Many software developers would prefer writing code rather than creating a solution design document. But approaching custom development without it can lead to poor results. Although It might be a chore, software developers should know how to apply solution design principles in practice and create relevant software design documents. Before we go into the details on what you should include in your solution design document template and the best practices to write it, let’s go over the following questions: What is solution design, what purpose does it serve, and why do you need a solution designing?
- What is a Solution Design Document
- What Should a Solution Document Contain
- Why Do You Need a Solution Design
- How Do You Write a Solution Design Document
- Best Practices
- Solution Design in Healthcare
What is a Solution Design Document
Let’s take a look at some key concepts that help define a solution design document.
A solution design document (SD):
- serves as a clear and precise technical document
- is written by a solution architect in the design stage of the software development lifecycle (SDLC)
- documents a relevant end-to-end solution necessary for a particular project
- brings clarity to stakeholders regarding ways that their business requirements will be satisfied
The main topics in solution designs are:
- Software, including licenses, code changes and pseudo-code
- Hardware requirements
- Specific functional and non-functional requirements
- Configuration data
Ultimately, a solution design document involves multiple themes like architecture, design, web and mobile development, testing and project challenges.
What is the purpose of solution designing?
A solution design document provides documentation of:
- each significant aspect of your solution design
- the main technical project topics, including risks and challenges
- specific implementation details that can help developers and testers conduct their work
Desired results of the solution design
The expected outcomes from a solution design document are:
Stakeholder buy-in. The primary goal is to make internal and external stakeholders confident with the design. To maximize efficient collaboration, you need your stakeholders to buy-in. To do that, you need to make sure that you understand all the business needs.
Clarity regarding changes. You need to include details about what source code changes you expect from developers, and you should use pseudo-code if necessary.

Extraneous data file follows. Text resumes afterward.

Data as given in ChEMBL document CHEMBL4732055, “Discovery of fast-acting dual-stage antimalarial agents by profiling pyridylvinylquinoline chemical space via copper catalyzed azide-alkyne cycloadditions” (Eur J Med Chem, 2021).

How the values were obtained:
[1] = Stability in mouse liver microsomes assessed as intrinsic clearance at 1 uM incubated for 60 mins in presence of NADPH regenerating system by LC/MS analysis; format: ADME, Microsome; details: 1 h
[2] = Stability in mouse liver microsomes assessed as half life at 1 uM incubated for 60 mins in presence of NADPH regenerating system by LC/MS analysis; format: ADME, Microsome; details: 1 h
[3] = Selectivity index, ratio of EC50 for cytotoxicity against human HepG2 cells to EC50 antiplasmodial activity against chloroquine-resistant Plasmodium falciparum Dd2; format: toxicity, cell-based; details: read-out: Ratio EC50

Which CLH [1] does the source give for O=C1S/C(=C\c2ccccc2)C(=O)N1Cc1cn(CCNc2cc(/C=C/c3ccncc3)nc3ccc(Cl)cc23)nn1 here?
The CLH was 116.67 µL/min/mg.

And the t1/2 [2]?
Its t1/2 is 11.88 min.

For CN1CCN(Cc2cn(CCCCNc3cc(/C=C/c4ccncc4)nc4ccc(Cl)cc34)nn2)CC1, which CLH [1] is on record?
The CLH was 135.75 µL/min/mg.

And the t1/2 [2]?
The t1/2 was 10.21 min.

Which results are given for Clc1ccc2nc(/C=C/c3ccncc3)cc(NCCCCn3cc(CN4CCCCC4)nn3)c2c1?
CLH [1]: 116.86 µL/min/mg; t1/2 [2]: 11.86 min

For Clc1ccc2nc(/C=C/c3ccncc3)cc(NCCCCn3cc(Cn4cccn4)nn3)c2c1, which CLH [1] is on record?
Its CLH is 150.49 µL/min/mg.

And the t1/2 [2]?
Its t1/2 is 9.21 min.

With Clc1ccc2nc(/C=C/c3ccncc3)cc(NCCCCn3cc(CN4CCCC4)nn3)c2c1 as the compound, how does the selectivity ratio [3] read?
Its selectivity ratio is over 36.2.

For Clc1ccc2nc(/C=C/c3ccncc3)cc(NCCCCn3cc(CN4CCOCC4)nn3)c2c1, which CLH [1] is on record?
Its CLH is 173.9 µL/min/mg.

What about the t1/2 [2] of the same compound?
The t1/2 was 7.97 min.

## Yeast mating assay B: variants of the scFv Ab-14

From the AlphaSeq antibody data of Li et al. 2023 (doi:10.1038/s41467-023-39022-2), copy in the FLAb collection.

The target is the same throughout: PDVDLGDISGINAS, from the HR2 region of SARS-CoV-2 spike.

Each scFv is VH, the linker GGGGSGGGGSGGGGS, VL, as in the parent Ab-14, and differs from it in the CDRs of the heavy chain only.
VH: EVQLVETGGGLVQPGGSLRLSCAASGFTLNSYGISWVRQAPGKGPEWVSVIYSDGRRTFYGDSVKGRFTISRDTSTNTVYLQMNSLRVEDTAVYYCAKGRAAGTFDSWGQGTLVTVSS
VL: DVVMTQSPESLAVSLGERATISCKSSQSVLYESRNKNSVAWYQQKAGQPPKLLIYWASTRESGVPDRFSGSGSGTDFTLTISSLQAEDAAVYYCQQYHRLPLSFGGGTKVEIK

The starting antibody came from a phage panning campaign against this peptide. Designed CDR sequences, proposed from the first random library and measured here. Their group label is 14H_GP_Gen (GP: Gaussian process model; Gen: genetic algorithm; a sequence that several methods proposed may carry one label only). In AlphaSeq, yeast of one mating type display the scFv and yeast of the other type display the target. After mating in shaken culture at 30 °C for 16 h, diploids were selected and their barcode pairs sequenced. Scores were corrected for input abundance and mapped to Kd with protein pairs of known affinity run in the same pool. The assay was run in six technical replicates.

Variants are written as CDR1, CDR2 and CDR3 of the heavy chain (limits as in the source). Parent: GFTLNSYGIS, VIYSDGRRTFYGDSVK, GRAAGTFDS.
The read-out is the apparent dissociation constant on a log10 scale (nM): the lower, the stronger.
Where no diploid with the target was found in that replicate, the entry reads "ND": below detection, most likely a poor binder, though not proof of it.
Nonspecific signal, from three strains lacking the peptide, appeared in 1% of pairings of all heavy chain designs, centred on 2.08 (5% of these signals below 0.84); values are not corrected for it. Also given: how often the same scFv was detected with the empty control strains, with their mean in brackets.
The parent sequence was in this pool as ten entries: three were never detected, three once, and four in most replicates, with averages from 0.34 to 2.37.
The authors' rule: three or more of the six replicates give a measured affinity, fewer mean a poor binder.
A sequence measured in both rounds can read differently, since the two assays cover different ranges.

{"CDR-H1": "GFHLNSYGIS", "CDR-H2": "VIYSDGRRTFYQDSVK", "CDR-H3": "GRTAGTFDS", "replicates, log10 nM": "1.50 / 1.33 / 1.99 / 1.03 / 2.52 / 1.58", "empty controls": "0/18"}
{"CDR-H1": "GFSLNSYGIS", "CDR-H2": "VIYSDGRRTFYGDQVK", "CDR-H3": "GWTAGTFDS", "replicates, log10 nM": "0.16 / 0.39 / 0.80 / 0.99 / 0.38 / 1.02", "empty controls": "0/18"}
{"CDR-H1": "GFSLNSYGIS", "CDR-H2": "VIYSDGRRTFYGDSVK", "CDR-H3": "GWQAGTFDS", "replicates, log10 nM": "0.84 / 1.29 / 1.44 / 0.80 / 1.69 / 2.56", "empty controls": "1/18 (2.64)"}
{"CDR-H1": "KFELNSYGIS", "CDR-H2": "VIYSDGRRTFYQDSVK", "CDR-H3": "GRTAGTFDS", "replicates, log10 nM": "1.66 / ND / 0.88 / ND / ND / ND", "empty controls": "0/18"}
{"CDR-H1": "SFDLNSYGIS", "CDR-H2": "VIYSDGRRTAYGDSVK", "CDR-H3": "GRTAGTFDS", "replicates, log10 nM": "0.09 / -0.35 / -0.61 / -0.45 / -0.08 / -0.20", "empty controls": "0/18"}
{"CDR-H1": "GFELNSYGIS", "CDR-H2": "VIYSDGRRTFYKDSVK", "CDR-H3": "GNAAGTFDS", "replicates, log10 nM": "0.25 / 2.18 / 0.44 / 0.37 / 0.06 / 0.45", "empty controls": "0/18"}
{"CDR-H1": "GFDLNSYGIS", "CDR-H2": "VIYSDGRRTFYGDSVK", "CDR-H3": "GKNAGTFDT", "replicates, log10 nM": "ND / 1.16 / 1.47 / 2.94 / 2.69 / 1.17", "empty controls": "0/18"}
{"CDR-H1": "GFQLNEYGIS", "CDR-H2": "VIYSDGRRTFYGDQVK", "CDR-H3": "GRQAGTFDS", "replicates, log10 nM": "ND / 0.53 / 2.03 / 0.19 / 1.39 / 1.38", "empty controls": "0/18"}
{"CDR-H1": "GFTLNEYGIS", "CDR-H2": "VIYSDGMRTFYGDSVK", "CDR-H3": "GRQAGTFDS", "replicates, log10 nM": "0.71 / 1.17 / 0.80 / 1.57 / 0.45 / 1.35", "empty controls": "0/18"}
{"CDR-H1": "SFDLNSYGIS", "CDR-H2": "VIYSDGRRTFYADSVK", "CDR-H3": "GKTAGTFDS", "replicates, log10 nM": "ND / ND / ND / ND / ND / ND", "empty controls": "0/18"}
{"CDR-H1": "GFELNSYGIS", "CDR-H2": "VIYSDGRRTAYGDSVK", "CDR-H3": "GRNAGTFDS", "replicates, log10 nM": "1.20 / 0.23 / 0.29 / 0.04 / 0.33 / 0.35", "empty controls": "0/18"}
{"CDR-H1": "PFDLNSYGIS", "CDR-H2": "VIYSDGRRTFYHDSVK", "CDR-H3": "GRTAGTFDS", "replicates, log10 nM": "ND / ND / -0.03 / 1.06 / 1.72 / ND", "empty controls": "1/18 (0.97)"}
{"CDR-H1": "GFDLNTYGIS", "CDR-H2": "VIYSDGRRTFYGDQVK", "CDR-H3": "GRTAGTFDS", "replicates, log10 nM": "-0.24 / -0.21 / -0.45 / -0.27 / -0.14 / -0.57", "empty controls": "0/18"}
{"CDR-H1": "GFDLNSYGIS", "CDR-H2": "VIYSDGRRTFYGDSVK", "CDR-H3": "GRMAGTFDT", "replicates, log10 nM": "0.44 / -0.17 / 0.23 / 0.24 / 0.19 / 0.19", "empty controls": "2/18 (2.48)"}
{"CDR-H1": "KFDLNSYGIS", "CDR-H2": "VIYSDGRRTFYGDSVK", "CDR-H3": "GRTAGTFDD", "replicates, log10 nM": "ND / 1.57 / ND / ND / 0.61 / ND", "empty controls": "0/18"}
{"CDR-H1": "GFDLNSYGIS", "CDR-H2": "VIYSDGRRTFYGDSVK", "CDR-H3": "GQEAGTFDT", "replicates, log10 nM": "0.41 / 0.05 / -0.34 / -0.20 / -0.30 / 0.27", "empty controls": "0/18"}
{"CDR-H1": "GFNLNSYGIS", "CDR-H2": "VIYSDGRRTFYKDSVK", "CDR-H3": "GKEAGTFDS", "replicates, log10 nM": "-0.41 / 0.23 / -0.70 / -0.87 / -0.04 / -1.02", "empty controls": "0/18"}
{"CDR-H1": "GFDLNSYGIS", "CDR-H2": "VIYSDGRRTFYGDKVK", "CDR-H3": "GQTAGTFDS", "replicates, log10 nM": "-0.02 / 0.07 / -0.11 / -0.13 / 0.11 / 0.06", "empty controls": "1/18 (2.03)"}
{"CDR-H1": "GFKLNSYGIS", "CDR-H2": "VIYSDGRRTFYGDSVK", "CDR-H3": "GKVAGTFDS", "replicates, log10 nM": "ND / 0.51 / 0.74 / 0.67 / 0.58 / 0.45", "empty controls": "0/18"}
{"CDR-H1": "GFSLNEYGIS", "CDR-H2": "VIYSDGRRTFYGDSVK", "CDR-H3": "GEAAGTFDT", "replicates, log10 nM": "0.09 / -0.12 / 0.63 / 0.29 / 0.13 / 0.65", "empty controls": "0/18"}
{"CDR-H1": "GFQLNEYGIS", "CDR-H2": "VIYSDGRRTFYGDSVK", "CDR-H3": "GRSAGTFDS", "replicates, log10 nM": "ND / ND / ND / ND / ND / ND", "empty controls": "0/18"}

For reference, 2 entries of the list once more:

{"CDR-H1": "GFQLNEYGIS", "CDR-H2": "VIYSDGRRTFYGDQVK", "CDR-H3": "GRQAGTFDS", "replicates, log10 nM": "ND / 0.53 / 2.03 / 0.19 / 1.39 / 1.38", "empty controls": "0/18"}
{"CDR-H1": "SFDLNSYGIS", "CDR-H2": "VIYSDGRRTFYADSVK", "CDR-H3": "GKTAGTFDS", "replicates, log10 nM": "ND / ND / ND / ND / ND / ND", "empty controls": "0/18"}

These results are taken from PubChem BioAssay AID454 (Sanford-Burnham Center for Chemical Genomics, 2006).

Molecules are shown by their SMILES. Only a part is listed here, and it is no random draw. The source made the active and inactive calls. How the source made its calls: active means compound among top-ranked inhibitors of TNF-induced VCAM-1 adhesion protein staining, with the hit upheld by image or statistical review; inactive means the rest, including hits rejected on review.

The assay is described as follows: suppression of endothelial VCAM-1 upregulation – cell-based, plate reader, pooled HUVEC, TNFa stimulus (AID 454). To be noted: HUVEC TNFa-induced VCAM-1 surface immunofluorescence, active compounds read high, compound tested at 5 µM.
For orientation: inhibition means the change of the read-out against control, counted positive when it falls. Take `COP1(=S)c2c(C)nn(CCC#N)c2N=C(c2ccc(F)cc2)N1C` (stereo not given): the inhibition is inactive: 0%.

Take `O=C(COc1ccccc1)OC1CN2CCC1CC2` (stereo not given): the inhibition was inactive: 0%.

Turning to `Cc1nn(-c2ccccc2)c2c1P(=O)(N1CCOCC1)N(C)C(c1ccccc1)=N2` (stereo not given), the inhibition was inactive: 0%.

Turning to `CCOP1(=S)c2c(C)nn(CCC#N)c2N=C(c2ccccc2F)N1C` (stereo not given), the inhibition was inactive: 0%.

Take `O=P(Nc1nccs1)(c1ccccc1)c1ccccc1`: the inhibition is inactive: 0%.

When you document changes appropriately, it ensures that:
- the developers avoid dealing with design on the fly
- programmers and testers can make precise estimations of the necessary effort
- project managers can build detailed implementation plans
Impact analysis. If your solution is large, complex, or mission-critical, you should conduct impact analysis. That allows you to mitigate the risk.
A solution design document should address risk by conducting an impact analysis regarding the anticipated code changes. With impact analysis, you can evaluate and mitigate all possible risks early on in the project.
Benefits of a solution design document
А good solution design document provides you with:
- the goals and purpose of the solution
- an outline of automatic processes required to deliver the solution
- a description of how the project pieces work together on a particular area of the solution
- the division of work that you will later integrate into one completed solution (this approach is crucial for multi-developer projects)
What Should a Solution Document Contain?
A typical solution design document should include the following parts:
- Title. Give your solution design document a title.
- Introduction. Here you should provide a brief overview of the document.
- System overview. Describe your software system and its functions.
- Design considerations. Analyze the issues that you need to address before creating solution designs.
- Assumptions and dependencies. Provide a description of assumptions that may be wrong or dependencies regarding other critical things.
- General constraints. Describe the limitations that can influence the solution design.
- Goals and guidelines. Analyze them regarding solution development.
- Development methods. Represent the solution design method that you will use.
- Architectural strategies. In this section, you need to describe strategies you will apply that will impact the system.
- Solution architecture. Here you should provide an in-depth analysis of how you partitioned the system’s functionalities and responsibilities and assign them to subsystems or other elements.
- Policies and tactics. Describe all solution design policies, along with tactics that will help you avoid making significant architectural implications that might impact the organization of the whole system and related high-level structures.